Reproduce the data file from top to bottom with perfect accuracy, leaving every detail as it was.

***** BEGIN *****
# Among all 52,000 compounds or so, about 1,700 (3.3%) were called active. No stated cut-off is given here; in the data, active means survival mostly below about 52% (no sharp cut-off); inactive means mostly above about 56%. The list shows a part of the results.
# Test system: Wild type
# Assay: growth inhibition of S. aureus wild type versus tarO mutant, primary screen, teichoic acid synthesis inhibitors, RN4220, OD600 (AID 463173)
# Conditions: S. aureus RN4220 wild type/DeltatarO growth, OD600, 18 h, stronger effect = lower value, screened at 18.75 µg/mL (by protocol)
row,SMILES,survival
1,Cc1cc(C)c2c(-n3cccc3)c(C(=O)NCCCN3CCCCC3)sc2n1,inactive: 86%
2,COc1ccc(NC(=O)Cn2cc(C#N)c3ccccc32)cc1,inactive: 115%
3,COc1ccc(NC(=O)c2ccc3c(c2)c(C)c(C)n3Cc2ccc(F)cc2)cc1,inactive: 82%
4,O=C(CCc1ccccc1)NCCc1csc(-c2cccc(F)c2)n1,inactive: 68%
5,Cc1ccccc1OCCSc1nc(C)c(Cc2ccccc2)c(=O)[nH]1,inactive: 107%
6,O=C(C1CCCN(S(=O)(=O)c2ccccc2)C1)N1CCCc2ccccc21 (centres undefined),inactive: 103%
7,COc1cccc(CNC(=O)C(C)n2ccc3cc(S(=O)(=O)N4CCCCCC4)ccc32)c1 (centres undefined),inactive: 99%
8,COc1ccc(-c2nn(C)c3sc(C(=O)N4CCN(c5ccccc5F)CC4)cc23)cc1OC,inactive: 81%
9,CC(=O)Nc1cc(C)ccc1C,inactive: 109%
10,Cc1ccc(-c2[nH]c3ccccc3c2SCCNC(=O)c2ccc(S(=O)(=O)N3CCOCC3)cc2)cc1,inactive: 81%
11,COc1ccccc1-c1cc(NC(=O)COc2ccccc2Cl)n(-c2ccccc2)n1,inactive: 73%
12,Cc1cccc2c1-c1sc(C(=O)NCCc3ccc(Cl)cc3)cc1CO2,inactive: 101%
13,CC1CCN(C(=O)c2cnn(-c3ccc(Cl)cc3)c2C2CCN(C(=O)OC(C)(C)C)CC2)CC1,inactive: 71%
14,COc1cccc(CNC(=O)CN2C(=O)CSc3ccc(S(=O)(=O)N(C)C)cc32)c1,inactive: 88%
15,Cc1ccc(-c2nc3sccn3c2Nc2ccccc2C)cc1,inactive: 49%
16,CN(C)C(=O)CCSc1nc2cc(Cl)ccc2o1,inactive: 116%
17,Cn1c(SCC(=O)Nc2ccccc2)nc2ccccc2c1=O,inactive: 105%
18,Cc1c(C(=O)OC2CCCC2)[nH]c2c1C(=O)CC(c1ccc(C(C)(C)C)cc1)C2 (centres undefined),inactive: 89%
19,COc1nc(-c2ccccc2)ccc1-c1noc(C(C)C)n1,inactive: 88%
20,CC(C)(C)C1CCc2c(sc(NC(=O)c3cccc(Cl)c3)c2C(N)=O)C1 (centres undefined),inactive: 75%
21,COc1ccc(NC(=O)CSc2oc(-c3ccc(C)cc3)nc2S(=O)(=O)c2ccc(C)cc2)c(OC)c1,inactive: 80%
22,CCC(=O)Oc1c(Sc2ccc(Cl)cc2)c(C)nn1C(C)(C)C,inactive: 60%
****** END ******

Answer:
# Among all 52,000 compounds or so, about 1,700 (3.3%) were called active. No stated cut-off is given here; in the data, active means survival mostly below about 52% (no sharp cut-off); inactive means mostly above about 56%. The list shows a part of the results.
# Test system: Wild type
# Assay: growth inhibition of S. aureus wild type versus tarO mutant, primary screen, teichoic acid synthesis inhibitors, RN4220, OD600 (AID 463173)
# Conditions: S. aureus RN4220 wild type/DeltatarO growth, OD600, 18 h, stronger effect = lower value, screened at 18.75 µg/mL (by protocol)
row,SMILES,survival
1,Cc1cc(C)c2c(-n3cccc3)c(C(=O)NCCCN3CCCCC3)sc2n1,inactive: 86%
2,COc1ccc(NC(=O)Cn2cc(C#N)c3ccccc32)cc1,inactive: 115%
3,COc1ccc(NC(=O)c2ccc3c(c2)c(C)c(C)n3Cc2ccc(F)cc2)cc1,inactive: 82%
4,O=C(CCc1ccccc1)NCCc1csc(-c2cccc(F)c2)n1,inactive: 68%
5,Cc1ccccc1OCCSc1nc(C)c(Cc2ccccc2)c(=O)[nH]1,inactive: 107%
6,O=C(C1CCCN(S(=O)(=O)c2ccccc2)C1)N1CCCc2ccccc21 (centres undefined),inactive: 103%
7,COc1cccc(CNC(=O)C(C)n2ccc3cc(S(=O)(=O)N4CCCCCC4)ccc32)c1 (centres undefined),inactive: 99%
8,COc1ccc(-c2nn(C)c3sc(C(=O)N4CCN(c5ccccc5F)CC4)cc23)cc1OC,inactive: 81%
9,CC(=O)Nc1cc(C)ccc1C,inactive: 109%
10,Cc1ccc(-c2[nH]c3ccccc3c2SCCNC(=O)c2ccc(S(=O)(=O)N3CCOCC3)cc2)cc1,inactive: 81%
11,COc1ccccc1-c1cc(NC(=O)COc2ccccc2Cl)n(-c2ccccc2)n1,inactive: 73%
12,Cc1cccc2c1-c1sc(C(=O)NCCc3ccc(Cl)cc3)cc1CO2,inactive: 101%
13,CC1CCN(C(=O)c2cnn(-c3ccc(Cl)cc3)c2C2CCN(C(=O)OC(C)(C)C)CC2)CC1,inactive: 71%
14,COc1cccc(CNC(=O)CN2C(=O)CSc3ccc(S(=O)(=O)N(C)C)cc32)c1,inactive: 88%
15,Cc1ccc(-c2nc3sccn3c2Nc2ccccc2C)cc1,inactive: 49%
16,CN(C)C(=O)CCSc1nc2cc(Cl)ccc2o1,inactive: 116%
17,Cn1c(SCC(=O)Nc2ccccc2)nc2ccccc2c1=O,inactive: 105%
18,Cc1c(C(=O)OC2CCCC2)[nH]c2c1C(=O)CC(c1ccc(C(C)(C)C)cc1)C2 (centres undefined),inactive: 89%
19,COc1nc(-c2ccccc2)ccc1-c1noc(C(C)C)n1,inactive: 88%
20,CC(C)(C)C1CCc2c(sc(NC(=O)c3cccc(Cl)c3)c2C(N)=O)C1 (centres undefined),inactive: 75%
21,COc1ccc(NC(=O)CSc2oc(-c3ccc(C)cc3)nc2S(=O)(=O)c2ccc(C)cc2)c(OC)c1,inactive: 80%
22,CCC(=O)Oc1c(Sc2ccc(Cl)cc2)c(C)nn1C(C)(C)C,inactive: 60%